Harvest time for cannabis is coming to an end and workers are distributing cannabis to shops in France and Switzerland. Soon, the medicine could be available across most of Europe.
31-year-old Jonas Duclos, a former banker, and his business, CBD420, sells Blue Dream, a strain of cannabis cultivated to ensure the level of tetrahydrocannabinol (THC) is low enough point-two percent (0.2%) to be lawful in most European countries. The UK is one of the exceptions: any trace of THC is outlawed.
While low in THC, BlueDream is high in cannabidiol (CBD), another compound found in cannabis, which is non-psychoactive and has been shown to have medicinal qualities, such as, acting as a powerful anti-inflammatory. CBD is not a controlled substance in Europe, and in Britain does not require a license from the Home Office to be sold if it can be extracted from cannabis.
Duclos’s “legal cannabis” is currently selling in more than one thousand tobacco shops across Switzerland, where THC is allowed up to one percent (1%) concentration, and in fifteen to twenty shops in France, where the limit is point-two percent (0.2%).
“There is a loophole that lets us bring it on the market,” Duclos explains.
The plan is now to take the product elsewhere in Europe, with Italy among his next targets. While the company’s low-THC hemp is illegal in the UK, its CBD oils and balms will be available in some British shops from mid-December.
To comply with European law, Duclos has to make sure his CBD products are not marketed as any type of medicine. Last year, the UK’s Medicines and Healthcare products Regulatory Agency (MHRA) ruled that any product containing CBD marketed as a medicine must have a licence before it can be sold.
Ian Hamilton, a speaker in mental health at York University, explains:
“There is considerable confusion about the legal status of products which contain cannabis extracts such as cannabidiol. Suppliers of these products were instructed by the MHRA to remove any products they were selling until the appropriate licence was obtained. But this will leave many people who use these products unsure if they are breaking the law or not.”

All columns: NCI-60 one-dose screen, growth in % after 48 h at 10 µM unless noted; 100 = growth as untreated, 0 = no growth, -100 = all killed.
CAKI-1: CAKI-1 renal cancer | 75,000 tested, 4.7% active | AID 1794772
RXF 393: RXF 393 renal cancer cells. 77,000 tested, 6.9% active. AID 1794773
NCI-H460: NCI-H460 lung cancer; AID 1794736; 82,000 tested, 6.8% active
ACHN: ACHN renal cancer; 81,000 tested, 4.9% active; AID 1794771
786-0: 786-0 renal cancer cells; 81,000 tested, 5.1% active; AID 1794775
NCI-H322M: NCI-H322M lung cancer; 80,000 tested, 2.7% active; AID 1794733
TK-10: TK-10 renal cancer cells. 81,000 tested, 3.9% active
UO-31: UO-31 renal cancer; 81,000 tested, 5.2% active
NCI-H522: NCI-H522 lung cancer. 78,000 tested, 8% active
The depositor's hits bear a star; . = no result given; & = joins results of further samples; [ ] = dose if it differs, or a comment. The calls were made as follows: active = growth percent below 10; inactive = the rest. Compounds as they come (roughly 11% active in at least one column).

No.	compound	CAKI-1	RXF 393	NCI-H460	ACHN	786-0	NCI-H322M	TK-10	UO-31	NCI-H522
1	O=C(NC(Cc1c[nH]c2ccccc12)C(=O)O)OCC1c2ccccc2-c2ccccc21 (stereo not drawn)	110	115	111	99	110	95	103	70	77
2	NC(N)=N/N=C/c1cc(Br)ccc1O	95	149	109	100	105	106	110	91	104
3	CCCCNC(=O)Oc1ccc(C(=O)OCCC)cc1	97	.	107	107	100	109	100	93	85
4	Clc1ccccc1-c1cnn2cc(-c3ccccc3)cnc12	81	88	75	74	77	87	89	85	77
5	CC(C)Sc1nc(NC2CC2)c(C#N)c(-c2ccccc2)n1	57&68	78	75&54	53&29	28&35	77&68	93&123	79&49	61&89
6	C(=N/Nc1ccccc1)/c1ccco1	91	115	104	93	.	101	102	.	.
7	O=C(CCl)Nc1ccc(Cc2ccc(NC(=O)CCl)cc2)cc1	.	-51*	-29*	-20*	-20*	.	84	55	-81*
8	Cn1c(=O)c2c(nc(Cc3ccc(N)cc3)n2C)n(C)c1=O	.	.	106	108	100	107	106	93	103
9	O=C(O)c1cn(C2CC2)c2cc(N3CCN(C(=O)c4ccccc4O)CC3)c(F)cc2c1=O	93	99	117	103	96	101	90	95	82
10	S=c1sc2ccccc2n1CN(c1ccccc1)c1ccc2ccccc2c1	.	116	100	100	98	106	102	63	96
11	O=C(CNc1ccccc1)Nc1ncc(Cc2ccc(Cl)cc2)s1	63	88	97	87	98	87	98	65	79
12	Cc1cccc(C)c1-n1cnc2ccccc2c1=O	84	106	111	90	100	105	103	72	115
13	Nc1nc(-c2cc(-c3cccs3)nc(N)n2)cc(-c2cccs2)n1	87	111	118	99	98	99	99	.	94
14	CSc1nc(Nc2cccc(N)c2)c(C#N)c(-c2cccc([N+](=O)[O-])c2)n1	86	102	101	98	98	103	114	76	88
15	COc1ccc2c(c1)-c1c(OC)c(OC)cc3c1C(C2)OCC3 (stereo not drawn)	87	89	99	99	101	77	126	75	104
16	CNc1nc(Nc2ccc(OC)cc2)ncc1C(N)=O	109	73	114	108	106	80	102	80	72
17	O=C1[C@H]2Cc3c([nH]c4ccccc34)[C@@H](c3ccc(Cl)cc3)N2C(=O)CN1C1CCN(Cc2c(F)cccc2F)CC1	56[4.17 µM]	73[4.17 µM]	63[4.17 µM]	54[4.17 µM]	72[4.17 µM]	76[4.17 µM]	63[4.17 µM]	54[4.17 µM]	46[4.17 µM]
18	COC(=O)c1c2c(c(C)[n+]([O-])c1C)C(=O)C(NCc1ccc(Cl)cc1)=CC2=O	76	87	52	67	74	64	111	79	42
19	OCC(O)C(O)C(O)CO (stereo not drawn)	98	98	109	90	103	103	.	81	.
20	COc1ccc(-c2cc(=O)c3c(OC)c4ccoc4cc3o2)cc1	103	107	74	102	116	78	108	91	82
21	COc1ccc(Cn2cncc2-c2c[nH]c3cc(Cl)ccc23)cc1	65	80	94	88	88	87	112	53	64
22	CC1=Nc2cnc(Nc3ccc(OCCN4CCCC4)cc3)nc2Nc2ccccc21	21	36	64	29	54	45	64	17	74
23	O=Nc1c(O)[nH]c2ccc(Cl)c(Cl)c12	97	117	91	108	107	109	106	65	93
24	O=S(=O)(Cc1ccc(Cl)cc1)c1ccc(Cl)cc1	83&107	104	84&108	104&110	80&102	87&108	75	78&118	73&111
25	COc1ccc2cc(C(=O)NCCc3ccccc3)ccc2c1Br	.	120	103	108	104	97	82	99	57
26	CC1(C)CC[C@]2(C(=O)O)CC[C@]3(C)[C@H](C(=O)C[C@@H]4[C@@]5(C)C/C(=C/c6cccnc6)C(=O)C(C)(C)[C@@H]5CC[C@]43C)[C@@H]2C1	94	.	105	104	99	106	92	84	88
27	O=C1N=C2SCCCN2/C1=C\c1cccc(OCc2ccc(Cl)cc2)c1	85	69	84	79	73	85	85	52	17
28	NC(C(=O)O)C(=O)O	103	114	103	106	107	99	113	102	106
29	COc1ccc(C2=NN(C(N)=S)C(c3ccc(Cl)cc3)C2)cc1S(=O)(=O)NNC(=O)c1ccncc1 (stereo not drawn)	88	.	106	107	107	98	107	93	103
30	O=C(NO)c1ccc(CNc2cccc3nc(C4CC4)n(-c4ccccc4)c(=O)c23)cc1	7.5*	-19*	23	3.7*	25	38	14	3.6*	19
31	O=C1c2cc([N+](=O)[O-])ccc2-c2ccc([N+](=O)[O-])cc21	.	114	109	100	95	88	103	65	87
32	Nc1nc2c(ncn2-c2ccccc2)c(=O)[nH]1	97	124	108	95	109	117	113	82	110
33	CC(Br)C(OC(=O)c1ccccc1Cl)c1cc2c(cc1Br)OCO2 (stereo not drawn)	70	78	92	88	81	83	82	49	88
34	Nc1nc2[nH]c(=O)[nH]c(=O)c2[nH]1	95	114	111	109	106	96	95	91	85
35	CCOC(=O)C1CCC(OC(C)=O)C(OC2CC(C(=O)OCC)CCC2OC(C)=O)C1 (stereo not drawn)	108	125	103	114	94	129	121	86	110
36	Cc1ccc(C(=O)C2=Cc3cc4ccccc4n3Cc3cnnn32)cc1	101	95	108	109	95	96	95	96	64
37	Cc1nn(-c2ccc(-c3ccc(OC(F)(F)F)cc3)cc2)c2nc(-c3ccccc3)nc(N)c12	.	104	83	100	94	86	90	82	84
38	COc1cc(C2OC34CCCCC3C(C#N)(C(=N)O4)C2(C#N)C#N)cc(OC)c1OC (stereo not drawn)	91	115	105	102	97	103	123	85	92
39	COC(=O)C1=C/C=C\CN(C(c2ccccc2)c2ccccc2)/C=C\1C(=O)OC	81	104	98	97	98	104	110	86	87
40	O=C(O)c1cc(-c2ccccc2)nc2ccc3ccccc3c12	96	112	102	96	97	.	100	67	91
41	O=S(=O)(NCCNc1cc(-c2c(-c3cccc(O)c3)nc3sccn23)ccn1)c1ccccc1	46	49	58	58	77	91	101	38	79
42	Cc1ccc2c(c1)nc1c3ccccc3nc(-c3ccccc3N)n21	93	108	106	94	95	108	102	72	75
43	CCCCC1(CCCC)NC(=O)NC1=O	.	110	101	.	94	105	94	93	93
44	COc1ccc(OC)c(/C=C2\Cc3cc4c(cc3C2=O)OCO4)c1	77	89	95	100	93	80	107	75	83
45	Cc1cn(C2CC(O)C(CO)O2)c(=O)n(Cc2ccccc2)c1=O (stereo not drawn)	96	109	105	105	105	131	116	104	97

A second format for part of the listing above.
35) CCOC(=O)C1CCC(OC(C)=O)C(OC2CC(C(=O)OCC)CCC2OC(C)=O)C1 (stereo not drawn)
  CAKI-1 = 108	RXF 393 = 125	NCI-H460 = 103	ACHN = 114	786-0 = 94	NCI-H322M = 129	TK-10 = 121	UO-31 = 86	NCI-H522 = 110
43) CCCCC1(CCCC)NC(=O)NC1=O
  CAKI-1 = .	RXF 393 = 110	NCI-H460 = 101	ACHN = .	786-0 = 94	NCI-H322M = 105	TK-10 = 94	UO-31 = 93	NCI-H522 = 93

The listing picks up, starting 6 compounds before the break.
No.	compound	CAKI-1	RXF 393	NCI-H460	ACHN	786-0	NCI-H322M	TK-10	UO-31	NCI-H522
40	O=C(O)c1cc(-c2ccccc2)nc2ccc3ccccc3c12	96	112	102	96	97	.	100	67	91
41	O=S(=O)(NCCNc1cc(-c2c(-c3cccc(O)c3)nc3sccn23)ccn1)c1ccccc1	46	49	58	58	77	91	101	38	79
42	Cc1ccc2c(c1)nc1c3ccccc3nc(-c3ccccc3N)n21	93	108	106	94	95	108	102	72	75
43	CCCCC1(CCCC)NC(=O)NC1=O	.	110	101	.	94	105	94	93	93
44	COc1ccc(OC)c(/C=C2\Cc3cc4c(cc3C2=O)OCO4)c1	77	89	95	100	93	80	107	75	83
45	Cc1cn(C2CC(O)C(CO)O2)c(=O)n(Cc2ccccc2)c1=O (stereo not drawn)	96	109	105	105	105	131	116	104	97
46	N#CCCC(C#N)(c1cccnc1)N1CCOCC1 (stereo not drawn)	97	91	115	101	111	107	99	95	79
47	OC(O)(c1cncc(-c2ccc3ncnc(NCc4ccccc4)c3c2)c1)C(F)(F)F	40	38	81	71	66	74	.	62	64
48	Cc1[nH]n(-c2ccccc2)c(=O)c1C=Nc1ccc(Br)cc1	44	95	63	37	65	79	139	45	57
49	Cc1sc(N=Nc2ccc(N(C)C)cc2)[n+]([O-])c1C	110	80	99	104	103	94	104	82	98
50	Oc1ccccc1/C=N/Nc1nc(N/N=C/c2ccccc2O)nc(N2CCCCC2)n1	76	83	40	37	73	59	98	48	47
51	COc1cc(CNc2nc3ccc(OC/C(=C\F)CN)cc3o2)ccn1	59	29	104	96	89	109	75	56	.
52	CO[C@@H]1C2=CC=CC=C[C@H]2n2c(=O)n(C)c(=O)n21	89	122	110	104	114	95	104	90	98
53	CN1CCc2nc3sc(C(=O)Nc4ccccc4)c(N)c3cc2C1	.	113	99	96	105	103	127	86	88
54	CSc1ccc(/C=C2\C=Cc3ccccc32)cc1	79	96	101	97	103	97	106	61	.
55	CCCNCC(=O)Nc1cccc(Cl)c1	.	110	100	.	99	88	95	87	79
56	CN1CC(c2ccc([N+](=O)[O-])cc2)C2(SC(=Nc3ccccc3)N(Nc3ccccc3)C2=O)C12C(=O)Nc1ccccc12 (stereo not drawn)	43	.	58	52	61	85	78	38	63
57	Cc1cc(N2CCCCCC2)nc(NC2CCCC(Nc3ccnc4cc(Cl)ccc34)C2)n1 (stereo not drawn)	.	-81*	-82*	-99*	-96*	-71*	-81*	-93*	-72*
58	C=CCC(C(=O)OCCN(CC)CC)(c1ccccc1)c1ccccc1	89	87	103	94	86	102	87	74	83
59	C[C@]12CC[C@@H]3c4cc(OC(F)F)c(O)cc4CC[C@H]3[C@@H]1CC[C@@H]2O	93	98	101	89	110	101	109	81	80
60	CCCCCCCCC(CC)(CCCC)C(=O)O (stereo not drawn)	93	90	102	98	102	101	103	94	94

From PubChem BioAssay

“Some CBD products are already marketed as nutritional supplements. But irrespective of how it is marketed, the main risk to the individual is probably not that of being arrested … if they try a do-it-yourself treatment they may be putting their health at risk, and even if they do consult their GP it is unlikely they will have sufficient evidence or knowledge to advise the individual.”
Duclos says the slow expansion of BlueDream in France is because of uncertainty as to how the french government will respond.
“Every shop gets an order of 100 jars to prevent any reaction from the authorities … But the demand is huge.”
“If the French government goes against it, then that is its choice, but the population there are now very pro-cannabis. We shall see; it is obviously not our decision and we will comply and stop any distribution in France if required. For now, all we can do is make sure our products respect the THC level under 0.2% and just like in Switzerland, we are not allowed to market hemp as a medicine. We don’t recommend people smoke it. Even if someone can experience potential benefits, smoking is never healthy.”
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Several European countries have relaxed their laws, including the Netherlands, Spain and Portugal, and in the US twenty-nine states have formally legalized use of the medicine.